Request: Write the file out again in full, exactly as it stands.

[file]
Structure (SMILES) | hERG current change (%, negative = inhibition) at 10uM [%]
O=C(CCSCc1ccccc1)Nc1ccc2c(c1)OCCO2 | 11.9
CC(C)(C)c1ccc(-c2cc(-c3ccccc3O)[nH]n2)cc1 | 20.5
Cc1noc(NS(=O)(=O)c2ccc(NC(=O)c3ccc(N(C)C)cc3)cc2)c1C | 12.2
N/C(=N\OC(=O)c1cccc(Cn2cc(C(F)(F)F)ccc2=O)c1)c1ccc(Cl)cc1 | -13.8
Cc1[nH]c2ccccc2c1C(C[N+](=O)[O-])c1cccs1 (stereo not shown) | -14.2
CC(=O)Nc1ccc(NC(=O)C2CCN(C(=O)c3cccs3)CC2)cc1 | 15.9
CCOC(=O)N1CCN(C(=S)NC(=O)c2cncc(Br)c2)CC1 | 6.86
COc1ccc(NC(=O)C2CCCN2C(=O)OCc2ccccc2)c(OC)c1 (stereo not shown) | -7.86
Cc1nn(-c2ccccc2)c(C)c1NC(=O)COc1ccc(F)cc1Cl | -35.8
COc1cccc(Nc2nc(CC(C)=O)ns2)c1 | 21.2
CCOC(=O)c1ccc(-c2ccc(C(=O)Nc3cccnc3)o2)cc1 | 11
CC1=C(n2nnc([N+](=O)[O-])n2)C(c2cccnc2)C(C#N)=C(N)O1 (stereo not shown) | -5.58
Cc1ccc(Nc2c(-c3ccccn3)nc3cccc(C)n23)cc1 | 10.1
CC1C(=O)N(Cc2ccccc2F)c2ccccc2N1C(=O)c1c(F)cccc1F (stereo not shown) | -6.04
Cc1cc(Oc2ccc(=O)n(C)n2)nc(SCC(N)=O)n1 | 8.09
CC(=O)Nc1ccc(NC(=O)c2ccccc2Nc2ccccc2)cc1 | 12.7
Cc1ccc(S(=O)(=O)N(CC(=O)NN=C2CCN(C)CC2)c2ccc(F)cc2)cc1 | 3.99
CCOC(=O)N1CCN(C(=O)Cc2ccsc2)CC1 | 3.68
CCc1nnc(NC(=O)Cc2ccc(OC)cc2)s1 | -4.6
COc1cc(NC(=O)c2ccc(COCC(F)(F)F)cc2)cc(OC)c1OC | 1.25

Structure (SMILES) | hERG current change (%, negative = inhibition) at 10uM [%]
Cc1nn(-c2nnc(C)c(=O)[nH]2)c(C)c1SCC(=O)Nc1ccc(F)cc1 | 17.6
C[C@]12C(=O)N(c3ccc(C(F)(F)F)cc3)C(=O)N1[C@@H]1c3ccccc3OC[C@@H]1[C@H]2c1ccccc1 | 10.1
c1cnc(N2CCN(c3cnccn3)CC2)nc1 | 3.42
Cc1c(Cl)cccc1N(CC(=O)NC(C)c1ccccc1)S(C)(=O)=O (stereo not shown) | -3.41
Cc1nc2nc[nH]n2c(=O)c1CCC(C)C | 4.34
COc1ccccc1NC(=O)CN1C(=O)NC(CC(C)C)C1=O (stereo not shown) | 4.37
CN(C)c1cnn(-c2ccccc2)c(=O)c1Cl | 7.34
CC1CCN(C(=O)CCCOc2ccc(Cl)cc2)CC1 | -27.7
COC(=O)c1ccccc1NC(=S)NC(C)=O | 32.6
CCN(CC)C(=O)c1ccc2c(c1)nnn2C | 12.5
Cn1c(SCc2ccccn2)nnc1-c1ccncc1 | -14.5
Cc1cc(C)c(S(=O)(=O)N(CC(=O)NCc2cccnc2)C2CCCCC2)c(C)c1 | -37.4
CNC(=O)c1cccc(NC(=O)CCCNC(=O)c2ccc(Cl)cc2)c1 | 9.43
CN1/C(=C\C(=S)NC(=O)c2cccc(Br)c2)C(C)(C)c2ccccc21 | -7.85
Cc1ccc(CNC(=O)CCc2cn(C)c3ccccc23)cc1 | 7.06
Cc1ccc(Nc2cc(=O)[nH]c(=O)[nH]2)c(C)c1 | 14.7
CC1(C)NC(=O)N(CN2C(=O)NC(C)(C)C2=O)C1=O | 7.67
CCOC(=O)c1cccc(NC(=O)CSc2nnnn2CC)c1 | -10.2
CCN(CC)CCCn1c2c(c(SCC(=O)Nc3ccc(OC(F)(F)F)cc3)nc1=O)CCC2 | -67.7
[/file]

Structure (SMILES) | hERG current change (%, negative = inhibition) at 10uM [%]
O=C(CCSCc1ccccc1)Nc1ccc2c(c1)OCCO2 | 11.9
CC(C)(C)c1ccc(-c2cc(-c3ccccc3O)[nH]n2)cc1 | 20.5
Cc1noc(NS(=O)(=O)c2ccc(NC(=O)c3ccc(N(C)C)cc3)cc2)c1C | 12.2
N/C(=N\OC(=O)c1cccc(Cn2cc(C(F)(F)F)ccc2=O)c1)c1ccc(Cl)cc1 | -13.8
Cc1[nH]c2ccccc2c1C(C[N+](=O)[O-])c1cccs1 (stereo not shown) | -14.2
CC(=O)Nc1ccc(NC(=O)C2CCN(C(=O)c3cccs3)CC2)cc1 | 15.9
CCOC(=O)N1CCN(C(=S)NC(=O)c2cncc(Br)c2)CC1 | 6.86
COc1ccc(NC(=O)C2CCCN2C(=O)OCc2ccccc2)c(OC)c1 (stereo not shown) | -7.86
Cc1nn(-c2ccccc2)c(C)c1NC(=O)COc1ccc(F)cc1Cl | -35.8
COc1cccc(Nc2nc(CC(C)=O)ns2)c1 | 21.2
CCOC(=O)c1ccc(-c2ccc(C(=O)Nc3cccnc3)o2)cc1 | 11
CC1=C(n2nnc([N+](=O)[O-])n2)C(c2cccnc2)C(C#N)=C(N)O1 (stereo not shown) | -5.58
Cc1ccc(Nc2c(-c3ccccn3)nc3cccc(C)n23)cc1 | 10.1
CC1C(=O)N(Cc2ccccc2F)c2ccccc2N1C(=O)c1c(F)cccc1F (stereo not shown) | -6.04
Cc1cc(Oc2ccc(=O)n(C)n2)nc(SCC(N)=O)n1 | 8.09
CC(=O)Nc1ccc(NC(=O)c2ccccc2Nc2ccccc2)cc1 | 12.7
Cc1ccc(S(=O)(=O)N(CC(=O)NN=C2CCN(C)CC2)c2ccc(F)cc2)cc1 | 3.99
CCOC(=O)N1CCN(C(=O)Cc2ccsc2)CC1 | 3.68
CCc1nnc(NC(=O)Cc2ccc(OC)cc2)s1 | -4.6
COc1cc(NC(=O)c2ccc(COCC(F)(F)F)cc2)cc(OC)c1OC | 1.25

Structure (SMILES) | hERG current change (%, negative = inhibition) at 10uM [%]
Cc1nn(-c2nnc(C)c(=O)[nH]2)c(C)c1SCC(=O)Nc1ccc(F)cc1 | 17.6
C[C@]12C(=O)N(c3ccc(C(F)(F)F)cc3)C(=O)N1[C@@H]1c3ccccc3OC[C@@H]1[C@H]2c1ccccc1 | 10.1
c1cnc(N2CCN(c3cnccn3)CC2)nc1 | 3.42
Cc1c(Cl)cccc1N(CC(=O)NC(C)c1ccccc1)S(C)(=O)=O (stereo not shown) | -3.41
Cc1nc2nc[nH]n2c(=O)c1CCC(C)C | 4.34
COc1ccccc1NC(=O)CN1C(=O)NC(CC(C)C)C1=O (stereo not shown) | 4.37
CN(C)c1cnn(-c2ccccc2)c(=O)c1Cl | 7.34
CC1CCN(C(=O)CCCOc2ccc(Cl)cc2)CC1 | -27.7
COC(=O)c1ccccc1NC(=S)NC(C)=O | 32.6
CCN(CC)C(=O)c1ccc2c(c1)nnn2C | 12.5
Cn1c(SCc2ccccn2)nnc1-c1ccncc1 | -14.5
Cc1cc(C)c(S(=O)(=O)N(CC(=O)NCc2cccnc2)C2CCCCC2)c(C)c1 | -37.4
CNC(=O)c1cccc(NC(=O)CCCNC(=O)c2ccc(Cl)cc2)c1 | 9.43
CN1/C(=C\C(=S)NC(=O)c2cccc(Br)c2)C(C)(C)c2ccccc21 | -7.85
Cc1ccc(CNC(=O)CCc2cn(C)c3ccccc23)cc1 | 7.06
Cc1ccc(Nc2cc(=O)[nH]c(=O)[nH]2)c(C)c1 | 14.7
CC1(C)NC(=O)N(CN2C(=O)NC(C)(C)C2=O)C1=O | 7.67
CCOC(=O)c1cccc(NC(=O)CSc2nnnn2CC)c1 | -10.2
CCN(CC)CCCn1c2c(c(SCC(=O)Nc3ccc(OC(F)(F)F)cc3)nc1=O)CCC2 | -67.7